Well, there are two approaches; the first is to patch the inside of the tyre in a similar way to that of patching an inner tube, but using glue and patches specifically designed for a tubeless tyre carcass.
The second method is to plug the hole in the tyre using specially designed strips. This is my preferred option as it has been used in the automotive/motorcycle trade for many years and provides a
permanent fix solution.
Once you have got the hang of what to do, it is no more complicated than fixing a standard inner tube. The quickest way to inflate and seat a tubeless tyre is to use a compressor, obviously not very CamelBak friendly. CO2 cartridges are a good alternative. If you don’t have these available, only a normal mini pump, then the trick is to make the tyre-rim interface slippy, so that the tyre can start to slide into place easier.
Also, make sure both sides of the tyre beads are pushed into the ‘well’ of the rim prior to starting inflation — then pump like a lunatic!

True knowledge

My front wheel has got a bit of a kink in it, maybe three to four millimetres at worst. I’m pretty sure it’s been caused by riding, rather than just spokes losing tension as they’ve bedded in. I haven’t trued wheels for years, so I’ve been avoiding truing these for the past month or so. I run discs so I’m not getting any brake rub; I just wondered, is there any real performance advantage to me getting rid of this wobble? Will the wheel be significantly stronger if it’s straight, or will messing around with spoke tension cause more trouble than it will solve?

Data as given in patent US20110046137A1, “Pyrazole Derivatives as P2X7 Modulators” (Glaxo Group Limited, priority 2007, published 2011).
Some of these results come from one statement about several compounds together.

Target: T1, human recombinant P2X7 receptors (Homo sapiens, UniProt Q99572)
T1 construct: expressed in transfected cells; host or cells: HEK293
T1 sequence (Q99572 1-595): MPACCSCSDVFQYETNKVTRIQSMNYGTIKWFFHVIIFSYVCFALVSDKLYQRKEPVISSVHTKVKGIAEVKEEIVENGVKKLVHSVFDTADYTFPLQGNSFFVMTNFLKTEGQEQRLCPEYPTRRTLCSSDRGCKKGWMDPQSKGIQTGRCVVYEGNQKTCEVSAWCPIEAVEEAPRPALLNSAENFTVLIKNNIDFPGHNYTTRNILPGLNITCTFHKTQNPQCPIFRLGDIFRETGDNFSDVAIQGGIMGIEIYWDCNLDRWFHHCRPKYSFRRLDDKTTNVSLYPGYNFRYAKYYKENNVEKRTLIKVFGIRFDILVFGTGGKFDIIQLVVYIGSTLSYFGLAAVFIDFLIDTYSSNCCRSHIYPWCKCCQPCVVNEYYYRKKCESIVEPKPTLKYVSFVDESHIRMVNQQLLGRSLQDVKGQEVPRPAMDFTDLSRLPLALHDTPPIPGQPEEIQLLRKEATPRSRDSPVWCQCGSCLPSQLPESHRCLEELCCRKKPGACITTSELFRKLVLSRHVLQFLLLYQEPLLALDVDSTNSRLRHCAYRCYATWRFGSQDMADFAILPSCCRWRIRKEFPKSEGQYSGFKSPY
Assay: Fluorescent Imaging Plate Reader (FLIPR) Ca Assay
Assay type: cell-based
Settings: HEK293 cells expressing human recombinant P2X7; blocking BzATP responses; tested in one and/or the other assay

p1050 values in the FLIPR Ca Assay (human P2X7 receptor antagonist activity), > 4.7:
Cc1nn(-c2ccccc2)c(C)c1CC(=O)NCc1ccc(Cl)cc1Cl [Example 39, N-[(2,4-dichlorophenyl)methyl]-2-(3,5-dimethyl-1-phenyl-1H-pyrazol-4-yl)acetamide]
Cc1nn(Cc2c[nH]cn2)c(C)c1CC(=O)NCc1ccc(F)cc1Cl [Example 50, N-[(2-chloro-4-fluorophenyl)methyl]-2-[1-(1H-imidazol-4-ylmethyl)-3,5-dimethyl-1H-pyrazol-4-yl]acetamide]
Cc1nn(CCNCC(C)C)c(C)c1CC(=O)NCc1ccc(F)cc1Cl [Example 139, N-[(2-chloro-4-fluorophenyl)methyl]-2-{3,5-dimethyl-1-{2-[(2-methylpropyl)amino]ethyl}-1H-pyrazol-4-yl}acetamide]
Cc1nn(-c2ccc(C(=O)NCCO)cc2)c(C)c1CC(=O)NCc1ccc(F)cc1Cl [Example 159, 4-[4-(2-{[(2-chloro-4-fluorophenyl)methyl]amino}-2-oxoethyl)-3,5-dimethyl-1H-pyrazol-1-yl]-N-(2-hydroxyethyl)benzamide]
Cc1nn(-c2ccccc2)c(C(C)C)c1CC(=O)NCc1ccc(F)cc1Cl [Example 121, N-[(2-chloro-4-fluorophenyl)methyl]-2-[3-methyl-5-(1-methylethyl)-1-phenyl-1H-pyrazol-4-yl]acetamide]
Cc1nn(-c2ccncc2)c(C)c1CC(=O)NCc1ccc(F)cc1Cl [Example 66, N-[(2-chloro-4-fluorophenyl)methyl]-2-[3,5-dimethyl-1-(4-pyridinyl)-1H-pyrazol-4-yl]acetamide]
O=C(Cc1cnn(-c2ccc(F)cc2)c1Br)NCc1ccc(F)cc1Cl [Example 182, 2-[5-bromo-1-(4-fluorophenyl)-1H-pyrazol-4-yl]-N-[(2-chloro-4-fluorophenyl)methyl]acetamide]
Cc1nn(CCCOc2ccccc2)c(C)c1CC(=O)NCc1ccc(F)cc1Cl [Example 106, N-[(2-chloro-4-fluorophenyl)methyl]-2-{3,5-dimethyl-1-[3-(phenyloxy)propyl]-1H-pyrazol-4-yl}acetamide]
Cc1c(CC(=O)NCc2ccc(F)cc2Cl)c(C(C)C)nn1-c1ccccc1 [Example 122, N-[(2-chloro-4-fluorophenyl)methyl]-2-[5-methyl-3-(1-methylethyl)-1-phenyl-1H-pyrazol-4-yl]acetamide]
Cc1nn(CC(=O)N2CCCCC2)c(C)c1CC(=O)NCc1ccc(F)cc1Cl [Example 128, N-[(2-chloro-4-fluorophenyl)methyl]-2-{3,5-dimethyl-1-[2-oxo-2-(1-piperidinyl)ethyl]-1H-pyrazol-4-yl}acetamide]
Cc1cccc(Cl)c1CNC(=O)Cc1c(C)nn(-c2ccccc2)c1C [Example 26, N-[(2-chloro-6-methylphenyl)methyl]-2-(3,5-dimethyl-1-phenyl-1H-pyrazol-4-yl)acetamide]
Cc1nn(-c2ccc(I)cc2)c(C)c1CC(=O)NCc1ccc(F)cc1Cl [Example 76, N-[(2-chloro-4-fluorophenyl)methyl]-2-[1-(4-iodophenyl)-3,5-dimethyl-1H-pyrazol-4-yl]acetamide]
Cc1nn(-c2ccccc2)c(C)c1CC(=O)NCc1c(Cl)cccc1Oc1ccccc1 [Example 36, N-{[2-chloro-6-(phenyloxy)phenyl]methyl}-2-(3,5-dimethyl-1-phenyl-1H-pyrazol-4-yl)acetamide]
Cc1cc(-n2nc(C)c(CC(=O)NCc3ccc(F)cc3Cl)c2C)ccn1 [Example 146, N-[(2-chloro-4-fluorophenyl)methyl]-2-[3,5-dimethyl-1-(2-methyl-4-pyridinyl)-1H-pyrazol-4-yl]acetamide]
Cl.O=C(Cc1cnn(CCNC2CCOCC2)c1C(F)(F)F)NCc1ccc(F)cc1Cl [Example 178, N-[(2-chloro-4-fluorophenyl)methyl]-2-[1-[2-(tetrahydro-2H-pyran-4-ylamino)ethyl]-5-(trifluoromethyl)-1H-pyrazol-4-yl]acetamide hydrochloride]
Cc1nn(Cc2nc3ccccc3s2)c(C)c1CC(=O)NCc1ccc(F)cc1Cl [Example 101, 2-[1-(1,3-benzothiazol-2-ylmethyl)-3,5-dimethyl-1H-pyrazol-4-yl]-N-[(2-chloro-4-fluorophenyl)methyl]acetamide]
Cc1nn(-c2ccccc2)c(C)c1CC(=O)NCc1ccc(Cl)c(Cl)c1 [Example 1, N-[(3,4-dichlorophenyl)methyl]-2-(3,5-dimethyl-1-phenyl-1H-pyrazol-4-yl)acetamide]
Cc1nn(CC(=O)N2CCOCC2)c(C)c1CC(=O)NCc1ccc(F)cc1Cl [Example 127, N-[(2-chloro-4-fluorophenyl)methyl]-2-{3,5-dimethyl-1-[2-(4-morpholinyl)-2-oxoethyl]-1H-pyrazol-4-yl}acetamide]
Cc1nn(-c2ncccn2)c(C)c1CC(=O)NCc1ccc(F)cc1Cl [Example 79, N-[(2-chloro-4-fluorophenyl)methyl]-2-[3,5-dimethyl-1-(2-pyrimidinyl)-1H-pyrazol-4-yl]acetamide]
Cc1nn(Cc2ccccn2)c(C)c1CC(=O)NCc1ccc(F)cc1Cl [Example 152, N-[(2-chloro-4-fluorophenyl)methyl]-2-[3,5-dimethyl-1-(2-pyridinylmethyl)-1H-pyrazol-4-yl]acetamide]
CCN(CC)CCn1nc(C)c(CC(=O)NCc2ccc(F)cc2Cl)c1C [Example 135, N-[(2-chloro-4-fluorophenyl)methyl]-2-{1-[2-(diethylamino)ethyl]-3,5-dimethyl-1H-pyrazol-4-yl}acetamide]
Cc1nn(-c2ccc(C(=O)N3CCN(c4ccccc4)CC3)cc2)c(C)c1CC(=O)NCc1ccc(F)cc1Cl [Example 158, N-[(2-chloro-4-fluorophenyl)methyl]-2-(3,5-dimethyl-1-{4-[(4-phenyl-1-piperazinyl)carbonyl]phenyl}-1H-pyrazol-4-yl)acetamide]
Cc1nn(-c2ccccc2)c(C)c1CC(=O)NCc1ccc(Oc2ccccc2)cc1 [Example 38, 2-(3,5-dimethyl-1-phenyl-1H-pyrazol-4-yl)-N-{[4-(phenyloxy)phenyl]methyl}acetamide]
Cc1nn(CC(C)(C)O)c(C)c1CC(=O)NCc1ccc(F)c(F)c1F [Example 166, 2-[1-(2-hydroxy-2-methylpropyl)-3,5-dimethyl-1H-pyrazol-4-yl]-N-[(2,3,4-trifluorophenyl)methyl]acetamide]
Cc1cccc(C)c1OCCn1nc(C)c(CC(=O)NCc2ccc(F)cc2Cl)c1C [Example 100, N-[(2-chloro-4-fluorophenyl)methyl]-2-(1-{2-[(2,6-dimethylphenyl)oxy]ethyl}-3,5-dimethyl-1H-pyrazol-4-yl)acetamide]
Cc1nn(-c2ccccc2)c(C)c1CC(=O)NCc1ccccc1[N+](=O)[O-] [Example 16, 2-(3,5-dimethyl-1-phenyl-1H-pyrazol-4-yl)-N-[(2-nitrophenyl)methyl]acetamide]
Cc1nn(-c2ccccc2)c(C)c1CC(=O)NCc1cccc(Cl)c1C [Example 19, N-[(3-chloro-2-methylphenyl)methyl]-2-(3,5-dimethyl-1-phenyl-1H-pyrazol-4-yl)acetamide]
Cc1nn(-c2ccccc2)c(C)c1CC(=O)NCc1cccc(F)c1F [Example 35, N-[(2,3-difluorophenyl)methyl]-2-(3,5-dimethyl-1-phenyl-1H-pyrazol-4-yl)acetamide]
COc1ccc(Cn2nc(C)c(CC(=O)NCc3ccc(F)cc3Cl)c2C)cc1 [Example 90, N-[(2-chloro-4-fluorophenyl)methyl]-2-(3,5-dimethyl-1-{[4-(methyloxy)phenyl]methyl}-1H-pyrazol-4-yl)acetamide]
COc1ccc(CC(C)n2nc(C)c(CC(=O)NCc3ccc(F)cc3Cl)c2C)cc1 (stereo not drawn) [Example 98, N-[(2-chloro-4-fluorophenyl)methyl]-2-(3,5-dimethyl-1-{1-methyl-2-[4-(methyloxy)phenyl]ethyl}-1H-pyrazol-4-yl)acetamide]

Stu, email

The combination of rough terrain and wide-carcass tyres found in mountain biking sets limits to the performance benefits of having perfectly true wheels.
The small drop in performance is there; after all you can’t cheat the laws of physics, it’s just that the mountain bike set-up masks the effect. Also, bear in mind many tyres display run-out of more than 3-4mm, even when seated correctly. What is of more concern for the mountain biker is wheel strength and reliability — most people can appreciate that a wheel loses a good portion of its strength when a spoke breaks, as this causes an uneven distribution of the loads placed on the wheel.
The same situation occurs with incorrectly or unevenly-tensioned spokes; a kinked wheel will have undoubtedly altered the tension on the spokes and consequently affected the wheel’s overall strength. A good wheel builder adjusts both trueness and tension in equal measures.